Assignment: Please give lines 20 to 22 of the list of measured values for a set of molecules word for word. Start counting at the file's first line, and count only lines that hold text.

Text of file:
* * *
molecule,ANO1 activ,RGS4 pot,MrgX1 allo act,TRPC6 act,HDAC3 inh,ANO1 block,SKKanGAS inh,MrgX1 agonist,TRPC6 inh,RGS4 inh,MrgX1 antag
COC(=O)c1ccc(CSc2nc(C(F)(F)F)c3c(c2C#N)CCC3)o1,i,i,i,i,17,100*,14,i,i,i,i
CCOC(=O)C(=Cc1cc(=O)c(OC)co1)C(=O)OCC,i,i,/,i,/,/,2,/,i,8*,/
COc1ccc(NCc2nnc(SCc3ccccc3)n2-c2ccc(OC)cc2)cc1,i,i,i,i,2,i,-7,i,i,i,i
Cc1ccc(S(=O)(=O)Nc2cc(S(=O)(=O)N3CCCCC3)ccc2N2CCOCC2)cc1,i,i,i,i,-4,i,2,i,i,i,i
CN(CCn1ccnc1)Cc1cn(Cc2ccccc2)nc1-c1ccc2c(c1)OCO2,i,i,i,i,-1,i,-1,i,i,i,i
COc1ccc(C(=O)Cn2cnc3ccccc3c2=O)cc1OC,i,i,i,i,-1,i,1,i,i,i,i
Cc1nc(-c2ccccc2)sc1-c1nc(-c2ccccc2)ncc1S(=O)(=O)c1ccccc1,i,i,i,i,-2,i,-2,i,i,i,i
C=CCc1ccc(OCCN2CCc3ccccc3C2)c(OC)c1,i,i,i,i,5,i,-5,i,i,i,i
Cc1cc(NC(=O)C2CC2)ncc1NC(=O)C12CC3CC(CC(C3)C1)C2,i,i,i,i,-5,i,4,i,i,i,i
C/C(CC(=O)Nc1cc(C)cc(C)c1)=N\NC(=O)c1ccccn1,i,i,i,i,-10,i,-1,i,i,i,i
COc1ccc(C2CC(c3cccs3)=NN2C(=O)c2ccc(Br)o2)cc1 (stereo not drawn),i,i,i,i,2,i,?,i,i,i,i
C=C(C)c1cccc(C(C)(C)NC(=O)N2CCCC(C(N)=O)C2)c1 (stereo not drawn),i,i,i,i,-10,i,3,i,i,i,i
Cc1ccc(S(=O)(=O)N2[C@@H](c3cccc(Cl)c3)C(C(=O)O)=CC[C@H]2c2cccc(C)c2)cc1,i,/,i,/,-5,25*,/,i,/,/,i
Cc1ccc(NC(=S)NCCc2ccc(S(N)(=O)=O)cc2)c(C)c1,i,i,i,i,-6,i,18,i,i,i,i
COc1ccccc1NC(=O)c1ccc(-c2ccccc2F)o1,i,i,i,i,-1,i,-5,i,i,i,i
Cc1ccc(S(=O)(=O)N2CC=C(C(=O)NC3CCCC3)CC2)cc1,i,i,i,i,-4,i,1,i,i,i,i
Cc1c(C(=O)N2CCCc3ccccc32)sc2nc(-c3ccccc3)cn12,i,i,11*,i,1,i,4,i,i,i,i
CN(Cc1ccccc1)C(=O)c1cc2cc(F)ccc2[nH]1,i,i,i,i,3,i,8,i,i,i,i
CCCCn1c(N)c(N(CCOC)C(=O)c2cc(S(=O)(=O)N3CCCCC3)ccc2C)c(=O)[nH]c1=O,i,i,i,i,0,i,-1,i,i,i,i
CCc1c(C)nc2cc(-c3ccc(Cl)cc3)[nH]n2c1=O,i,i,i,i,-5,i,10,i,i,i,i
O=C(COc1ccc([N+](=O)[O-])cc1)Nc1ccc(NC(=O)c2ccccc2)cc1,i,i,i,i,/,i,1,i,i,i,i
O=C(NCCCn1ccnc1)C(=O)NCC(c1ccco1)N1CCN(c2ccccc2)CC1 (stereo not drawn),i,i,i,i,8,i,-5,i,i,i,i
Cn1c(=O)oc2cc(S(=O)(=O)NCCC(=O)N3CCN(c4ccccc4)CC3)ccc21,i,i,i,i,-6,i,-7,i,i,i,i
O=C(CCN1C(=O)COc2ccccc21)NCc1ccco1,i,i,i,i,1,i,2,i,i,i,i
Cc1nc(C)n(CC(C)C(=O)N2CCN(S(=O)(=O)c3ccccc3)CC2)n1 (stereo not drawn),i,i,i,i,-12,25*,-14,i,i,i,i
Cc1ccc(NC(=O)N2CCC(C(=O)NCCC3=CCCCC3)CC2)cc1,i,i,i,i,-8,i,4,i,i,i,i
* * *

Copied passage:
CCCCn1c(N)c(N(CCOC)C(=O)c2cc(S(=O)(=O)N3CCCCC3)ccc2C)c(=O)[nH]c1=O,i,i,i,i,0,i,-1,i,i,i,i
CCc1c(C)nc2cc(-c3ccc(Cl)cc3)[nH]n2c1=O,i,i,i,i,-5,i,10,i,i,i,i
O=C(COc1ccc([N+](=O)[O-])cc1)Nc1ccc(NC(=O)c2ccccc2)cc1,i,i,i,i,/,i,1,i,i,i,i